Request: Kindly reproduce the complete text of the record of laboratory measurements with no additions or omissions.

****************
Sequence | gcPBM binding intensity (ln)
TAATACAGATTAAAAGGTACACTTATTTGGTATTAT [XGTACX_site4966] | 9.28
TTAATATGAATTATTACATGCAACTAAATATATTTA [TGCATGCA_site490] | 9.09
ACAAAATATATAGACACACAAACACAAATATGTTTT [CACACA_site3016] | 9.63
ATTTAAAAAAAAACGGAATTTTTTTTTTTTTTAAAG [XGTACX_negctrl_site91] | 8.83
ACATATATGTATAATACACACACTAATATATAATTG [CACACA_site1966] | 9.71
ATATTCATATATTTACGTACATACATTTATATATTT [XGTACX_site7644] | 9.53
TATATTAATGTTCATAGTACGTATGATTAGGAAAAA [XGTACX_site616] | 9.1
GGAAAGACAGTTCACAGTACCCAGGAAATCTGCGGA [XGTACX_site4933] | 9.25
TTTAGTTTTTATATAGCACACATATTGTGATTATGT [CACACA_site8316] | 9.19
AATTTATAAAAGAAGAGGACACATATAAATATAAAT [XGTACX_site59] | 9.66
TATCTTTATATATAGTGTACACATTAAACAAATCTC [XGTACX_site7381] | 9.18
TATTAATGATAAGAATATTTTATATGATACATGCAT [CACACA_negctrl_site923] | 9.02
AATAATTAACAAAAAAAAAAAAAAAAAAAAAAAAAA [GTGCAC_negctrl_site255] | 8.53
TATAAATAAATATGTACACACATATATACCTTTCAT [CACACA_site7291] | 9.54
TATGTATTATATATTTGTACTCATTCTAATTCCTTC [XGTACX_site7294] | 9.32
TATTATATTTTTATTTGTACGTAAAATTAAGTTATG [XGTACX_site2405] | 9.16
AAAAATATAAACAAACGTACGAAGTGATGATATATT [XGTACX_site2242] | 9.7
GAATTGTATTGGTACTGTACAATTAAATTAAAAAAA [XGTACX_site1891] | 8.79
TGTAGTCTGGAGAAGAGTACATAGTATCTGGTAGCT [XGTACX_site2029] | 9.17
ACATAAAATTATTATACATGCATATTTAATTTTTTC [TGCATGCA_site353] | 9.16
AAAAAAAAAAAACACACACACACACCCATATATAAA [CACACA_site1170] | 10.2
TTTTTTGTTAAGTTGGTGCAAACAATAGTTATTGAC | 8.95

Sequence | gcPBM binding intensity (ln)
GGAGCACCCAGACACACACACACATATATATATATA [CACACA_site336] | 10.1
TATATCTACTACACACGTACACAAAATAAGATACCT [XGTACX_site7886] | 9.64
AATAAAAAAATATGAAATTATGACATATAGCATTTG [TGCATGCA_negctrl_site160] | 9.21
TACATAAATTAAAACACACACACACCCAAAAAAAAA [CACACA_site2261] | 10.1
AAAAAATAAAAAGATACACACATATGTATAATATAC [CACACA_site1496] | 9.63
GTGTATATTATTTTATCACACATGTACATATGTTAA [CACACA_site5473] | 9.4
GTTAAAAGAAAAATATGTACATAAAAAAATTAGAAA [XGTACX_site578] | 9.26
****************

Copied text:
Sequence | gcPBM binding intensity (ln)
TAATACAGATTAAAAGGTACACTTATTTGGTATTAT [XGTACX_site4966] | 9.28
TTAATATGAATTATTACATGCAACTAAATATATTTA [TGCATGCA_site490] | 9.09
ACAAAATATATAGACACACAAACACAAATATGTTTT [CACACA_site3016] | 9.63
ATTTAAAAAAAAACGGAATTTTTTTTTTTTTTAAAG [XGTACX_negctrl_site91] | 8.83
ACATATATGTATAATACACACACTAATATATAATTG [CACACA_site1966] | 9.71
ATATTCATATATTTACGTACATACATTTATATATTT [XGTACX_site7644] | 9.53
TATATTAATGTTCATAGTACGTATGATTAGGAAAAA [XGTACX_site616] | 9.1
GGAAAGACAGTTCACAGTACCCAGGAAATCTGCGGA [XGTACX_site4933] | 9.25
TTTAGTTTTTATATAGCACACATATTGTGATTATGT [CACACA_site8316] | 9.19
AATTTATAAAAGAAGAGGACACATATAAATATAAAT [XGTACX_site59] | 9.66
TATCTTTATATATAGTGTACACATTAAACAAATCTC [XGTACX_site7381] | 9.18
TATTAATGATAAGAATATTTTATATGATACATGCAT [CACACA_negctrl_site923] | 9.02
AATAATTAACAAAAAAAAAAAAAAAAAAAAAAAAAA [GTGCAC_negctrl_site255] | 8.53
TATAAATAAATATGTACACACATATATACCTTTCAT [CACACA_site7291] | 9.54
TATGTATTATATATTTGTACTCATTCTAATTCCTTC [XGTACX_site7294] | 9.32
TATTATATTTTTATTTGTACGTAAAATTAAGTTATG [XGTACX_site2405] | 9.16
AAAAATATAAACAAACGTACGAAGTGATGATATATT [XGTACX_site2242] | 9.7
GAATTGTATTGGTACTGTACAATTAAATTAAAAAAA [XGTACX_site1891] | 8.79
TGTAGTCTGGAGAAGAGTACATAGTATCTGGTAGCT [XGTACX_site2029] | 9.17
ACATAAAATTATTATACATGCATATTTAATTTTTTC [TGCATGCA_site353] | 9.16
AAAAAAAAAAAACACACACACACACCCATATATAAA [CACACA_site1170] | 10.2
TTTTTTGTTAAGTTGGTGCAAACAATAGTTATTGAC | 8.95

Sequence | gcPBM binding intensity (ln)
GGAGCACCCAGACACACACACACATATATATATATA [CACACA_site336] | 10.1
TATATCTACTACACACGTACACAAAATAAGATACCT [XGTACX_site7886] | 9.64
AATAAAAAAATATGAAATTATGACATATAGCATTTG [TGCATGCA_negctrl_site160] | 9.21
TACATAAATTAAAACACACACACACCCAAAAAAAAA [CACACA_site2261] | 10.1
AAAAAATAAAAAGATACACACATATGTATAATATAC [CACACA_site1496] | 9.63
GTGTATATTATTTTATCACACATGTACATATGTTAA [CACACA_site5473] | 9.4
GTTAAAAGAAAAATATGTACATAAAAAAATTAGAAA [XGTACX_site578] | 9.26